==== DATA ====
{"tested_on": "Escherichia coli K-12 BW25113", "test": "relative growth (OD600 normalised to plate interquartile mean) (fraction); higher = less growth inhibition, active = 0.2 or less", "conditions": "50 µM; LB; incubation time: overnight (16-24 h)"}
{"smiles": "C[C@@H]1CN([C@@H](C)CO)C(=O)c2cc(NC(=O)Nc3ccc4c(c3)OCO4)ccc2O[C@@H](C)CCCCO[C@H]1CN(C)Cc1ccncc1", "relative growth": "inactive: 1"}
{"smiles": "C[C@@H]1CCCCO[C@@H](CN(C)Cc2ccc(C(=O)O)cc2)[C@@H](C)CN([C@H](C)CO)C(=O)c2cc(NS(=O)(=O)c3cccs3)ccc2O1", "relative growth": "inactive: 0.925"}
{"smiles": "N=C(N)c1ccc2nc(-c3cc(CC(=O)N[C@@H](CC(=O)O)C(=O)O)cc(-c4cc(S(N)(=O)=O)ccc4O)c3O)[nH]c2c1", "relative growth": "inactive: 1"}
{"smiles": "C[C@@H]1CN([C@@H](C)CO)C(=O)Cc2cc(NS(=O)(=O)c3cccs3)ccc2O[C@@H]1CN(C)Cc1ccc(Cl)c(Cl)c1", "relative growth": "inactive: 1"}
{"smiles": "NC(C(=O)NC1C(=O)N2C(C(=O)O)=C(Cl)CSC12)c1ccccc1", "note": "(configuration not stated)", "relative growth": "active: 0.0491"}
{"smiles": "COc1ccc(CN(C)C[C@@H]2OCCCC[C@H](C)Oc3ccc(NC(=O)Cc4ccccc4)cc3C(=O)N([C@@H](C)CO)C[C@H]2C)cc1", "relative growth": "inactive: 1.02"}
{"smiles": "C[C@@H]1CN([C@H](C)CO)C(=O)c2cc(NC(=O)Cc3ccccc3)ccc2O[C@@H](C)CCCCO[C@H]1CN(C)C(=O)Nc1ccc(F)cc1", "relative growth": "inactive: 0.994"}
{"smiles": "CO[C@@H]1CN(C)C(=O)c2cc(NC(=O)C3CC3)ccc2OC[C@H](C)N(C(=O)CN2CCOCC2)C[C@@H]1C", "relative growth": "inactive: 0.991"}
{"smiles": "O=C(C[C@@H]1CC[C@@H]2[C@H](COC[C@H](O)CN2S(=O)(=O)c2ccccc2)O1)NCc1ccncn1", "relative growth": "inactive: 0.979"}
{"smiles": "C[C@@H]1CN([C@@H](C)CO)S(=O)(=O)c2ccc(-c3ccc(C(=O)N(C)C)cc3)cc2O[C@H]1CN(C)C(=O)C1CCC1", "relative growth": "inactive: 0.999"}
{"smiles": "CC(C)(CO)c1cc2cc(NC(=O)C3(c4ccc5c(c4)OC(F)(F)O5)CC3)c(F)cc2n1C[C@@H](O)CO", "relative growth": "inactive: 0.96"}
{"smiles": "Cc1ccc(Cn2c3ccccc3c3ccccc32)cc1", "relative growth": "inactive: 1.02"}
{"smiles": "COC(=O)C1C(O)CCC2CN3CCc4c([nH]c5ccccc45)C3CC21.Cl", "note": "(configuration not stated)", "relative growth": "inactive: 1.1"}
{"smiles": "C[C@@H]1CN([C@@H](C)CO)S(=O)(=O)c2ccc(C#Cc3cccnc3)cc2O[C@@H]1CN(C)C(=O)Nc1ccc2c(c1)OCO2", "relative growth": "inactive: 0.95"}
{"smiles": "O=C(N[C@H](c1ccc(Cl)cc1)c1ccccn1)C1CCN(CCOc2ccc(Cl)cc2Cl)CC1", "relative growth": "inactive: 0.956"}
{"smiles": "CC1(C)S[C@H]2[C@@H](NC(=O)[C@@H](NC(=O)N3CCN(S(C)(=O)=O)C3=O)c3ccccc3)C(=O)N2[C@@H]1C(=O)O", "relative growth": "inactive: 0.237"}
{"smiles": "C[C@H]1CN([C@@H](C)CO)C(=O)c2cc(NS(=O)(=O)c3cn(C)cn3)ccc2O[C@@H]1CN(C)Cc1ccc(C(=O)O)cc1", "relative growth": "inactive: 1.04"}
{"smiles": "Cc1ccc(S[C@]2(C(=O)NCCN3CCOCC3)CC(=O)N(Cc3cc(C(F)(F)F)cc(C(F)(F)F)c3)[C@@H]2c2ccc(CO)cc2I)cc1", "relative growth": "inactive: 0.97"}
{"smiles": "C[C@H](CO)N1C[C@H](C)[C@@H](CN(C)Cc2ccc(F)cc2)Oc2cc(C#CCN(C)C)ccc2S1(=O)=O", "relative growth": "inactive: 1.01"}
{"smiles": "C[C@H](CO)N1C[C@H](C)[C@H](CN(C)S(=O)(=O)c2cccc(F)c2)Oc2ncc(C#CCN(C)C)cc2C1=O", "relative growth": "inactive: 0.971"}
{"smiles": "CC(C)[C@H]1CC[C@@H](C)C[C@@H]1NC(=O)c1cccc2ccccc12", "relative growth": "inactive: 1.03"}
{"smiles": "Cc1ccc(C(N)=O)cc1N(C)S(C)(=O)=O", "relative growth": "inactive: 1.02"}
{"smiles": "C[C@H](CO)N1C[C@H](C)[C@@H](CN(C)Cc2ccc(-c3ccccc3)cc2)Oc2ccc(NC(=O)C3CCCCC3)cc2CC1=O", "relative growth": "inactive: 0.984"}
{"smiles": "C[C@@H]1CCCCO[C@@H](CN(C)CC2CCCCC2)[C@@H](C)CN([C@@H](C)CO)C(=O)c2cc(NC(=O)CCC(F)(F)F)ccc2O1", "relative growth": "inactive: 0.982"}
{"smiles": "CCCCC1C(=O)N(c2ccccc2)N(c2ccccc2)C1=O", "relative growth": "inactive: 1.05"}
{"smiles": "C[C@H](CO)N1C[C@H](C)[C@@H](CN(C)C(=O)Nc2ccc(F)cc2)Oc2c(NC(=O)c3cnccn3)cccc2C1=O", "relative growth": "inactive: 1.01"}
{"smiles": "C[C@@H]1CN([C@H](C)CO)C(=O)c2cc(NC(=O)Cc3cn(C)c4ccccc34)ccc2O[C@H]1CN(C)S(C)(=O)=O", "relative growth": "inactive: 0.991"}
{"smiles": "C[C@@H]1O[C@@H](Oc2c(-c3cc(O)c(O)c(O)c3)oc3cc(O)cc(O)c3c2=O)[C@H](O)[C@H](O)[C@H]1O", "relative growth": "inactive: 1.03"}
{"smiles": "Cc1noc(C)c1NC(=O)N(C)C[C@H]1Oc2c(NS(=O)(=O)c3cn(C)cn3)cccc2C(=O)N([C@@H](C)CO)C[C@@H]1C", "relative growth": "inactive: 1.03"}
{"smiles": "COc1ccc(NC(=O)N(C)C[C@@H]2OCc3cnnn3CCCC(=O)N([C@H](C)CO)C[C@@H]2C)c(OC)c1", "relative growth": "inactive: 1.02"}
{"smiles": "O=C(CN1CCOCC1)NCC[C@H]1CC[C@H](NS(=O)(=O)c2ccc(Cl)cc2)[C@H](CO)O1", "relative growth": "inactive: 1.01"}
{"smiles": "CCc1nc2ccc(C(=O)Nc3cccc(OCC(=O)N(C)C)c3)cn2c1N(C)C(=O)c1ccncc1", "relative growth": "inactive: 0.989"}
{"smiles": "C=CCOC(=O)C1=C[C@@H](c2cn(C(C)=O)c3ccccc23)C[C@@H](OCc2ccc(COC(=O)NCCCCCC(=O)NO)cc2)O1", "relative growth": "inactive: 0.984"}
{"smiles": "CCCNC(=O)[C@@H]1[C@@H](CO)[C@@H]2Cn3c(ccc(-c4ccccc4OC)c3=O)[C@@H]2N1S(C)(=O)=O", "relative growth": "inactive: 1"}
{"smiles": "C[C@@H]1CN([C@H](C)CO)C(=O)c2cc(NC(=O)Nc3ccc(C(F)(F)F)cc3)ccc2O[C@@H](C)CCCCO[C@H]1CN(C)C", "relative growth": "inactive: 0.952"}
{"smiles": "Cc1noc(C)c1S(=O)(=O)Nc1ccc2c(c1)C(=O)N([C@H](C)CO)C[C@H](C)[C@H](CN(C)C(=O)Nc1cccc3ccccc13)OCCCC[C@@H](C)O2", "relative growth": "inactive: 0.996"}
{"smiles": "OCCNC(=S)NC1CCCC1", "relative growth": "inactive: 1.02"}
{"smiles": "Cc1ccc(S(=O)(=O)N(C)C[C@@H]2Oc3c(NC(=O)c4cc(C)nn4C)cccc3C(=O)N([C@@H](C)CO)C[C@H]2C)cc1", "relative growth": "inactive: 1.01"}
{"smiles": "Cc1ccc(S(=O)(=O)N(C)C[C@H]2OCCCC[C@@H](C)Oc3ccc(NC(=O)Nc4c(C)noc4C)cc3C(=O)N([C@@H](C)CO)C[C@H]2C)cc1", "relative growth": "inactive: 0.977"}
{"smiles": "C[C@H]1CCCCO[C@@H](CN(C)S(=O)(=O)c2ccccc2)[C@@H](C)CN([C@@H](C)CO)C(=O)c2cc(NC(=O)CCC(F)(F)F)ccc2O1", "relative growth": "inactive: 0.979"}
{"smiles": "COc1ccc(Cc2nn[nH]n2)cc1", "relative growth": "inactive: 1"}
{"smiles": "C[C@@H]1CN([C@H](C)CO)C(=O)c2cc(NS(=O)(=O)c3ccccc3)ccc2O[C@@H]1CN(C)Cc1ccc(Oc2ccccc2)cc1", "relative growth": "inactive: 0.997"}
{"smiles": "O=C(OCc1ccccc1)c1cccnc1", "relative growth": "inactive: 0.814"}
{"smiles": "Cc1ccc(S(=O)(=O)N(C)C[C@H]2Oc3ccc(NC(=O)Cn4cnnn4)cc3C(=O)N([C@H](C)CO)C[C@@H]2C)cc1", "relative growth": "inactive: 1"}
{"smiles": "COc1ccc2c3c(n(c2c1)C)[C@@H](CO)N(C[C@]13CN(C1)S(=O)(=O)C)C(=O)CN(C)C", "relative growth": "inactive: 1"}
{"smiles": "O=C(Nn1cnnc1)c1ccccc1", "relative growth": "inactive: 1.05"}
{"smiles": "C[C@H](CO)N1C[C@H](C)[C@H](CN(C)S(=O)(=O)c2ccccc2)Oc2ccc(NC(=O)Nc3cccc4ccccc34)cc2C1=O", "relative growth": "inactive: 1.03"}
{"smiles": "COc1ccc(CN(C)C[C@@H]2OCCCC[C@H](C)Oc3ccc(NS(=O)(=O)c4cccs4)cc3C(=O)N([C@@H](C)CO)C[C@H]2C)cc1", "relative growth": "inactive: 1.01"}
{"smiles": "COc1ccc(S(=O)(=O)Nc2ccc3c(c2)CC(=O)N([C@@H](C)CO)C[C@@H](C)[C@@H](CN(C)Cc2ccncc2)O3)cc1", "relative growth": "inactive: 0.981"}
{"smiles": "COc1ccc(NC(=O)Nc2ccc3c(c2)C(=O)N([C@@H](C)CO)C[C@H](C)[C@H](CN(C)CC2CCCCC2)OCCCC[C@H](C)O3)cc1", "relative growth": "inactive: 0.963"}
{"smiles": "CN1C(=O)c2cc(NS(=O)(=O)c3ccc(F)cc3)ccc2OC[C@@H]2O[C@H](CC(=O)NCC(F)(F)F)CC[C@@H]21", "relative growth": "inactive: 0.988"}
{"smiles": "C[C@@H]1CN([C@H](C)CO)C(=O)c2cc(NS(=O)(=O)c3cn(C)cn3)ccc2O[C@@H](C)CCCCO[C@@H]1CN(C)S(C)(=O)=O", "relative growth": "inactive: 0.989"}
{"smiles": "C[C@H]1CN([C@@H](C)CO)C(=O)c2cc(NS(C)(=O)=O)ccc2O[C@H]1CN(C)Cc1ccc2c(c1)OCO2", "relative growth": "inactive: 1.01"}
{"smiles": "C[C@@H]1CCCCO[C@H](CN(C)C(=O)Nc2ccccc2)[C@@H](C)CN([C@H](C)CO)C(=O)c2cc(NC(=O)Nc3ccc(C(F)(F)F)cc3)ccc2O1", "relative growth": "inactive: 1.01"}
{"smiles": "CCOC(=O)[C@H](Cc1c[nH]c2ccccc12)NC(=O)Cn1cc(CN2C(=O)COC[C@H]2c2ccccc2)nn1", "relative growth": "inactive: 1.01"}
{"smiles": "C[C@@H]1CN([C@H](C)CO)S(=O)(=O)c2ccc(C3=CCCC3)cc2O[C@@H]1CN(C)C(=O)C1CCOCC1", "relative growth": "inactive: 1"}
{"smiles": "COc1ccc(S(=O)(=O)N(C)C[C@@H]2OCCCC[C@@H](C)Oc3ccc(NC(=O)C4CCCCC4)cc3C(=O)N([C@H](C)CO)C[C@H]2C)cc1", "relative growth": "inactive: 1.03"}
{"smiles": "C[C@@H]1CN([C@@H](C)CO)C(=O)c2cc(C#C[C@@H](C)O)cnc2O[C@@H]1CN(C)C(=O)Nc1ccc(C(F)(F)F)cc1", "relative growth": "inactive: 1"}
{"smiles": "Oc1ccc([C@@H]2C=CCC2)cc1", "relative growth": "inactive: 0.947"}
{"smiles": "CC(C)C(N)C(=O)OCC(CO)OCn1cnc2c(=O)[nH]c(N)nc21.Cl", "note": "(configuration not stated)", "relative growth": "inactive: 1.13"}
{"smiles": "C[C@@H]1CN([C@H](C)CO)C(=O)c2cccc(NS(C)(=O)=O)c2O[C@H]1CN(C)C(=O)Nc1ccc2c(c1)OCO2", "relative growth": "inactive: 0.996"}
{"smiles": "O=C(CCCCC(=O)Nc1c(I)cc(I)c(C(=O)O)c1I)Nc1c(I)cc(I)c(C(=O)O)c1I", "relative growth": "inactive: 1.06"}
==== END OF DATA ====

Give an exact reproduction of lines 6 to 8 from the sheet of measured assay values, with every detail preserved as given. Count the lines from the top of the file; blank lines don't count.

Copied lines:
{"smiles": "NC(C(=O)NC1C(=O)N2C(C(=O)O)=C(Cl)CSC12)c1ccccc1", "note": "(configuration not stated)", "relative growth": "active: 0.0491"}
{"smiles": "COc1ccc(CN(C)C[C@@H]2OCCCC[C@H](C)Oc3ccc(NC(=O)Cc4ccccc4)cc3C(=O)N([C@@H](C)CO)C[C@H]2C)cc1", "relative growth": "inactive: 1.02"}
{"smiles": "C[C@@H]1CN([C@H](C)CO)C(=O)c2cc(NC(=O)Cc3ccccc3)ccc2O[C@@H](C)CCCCO[C@H]1CN(C)C(=O)Nc1ccc(F)cc1", "relative growth": "inactive: 0.994"}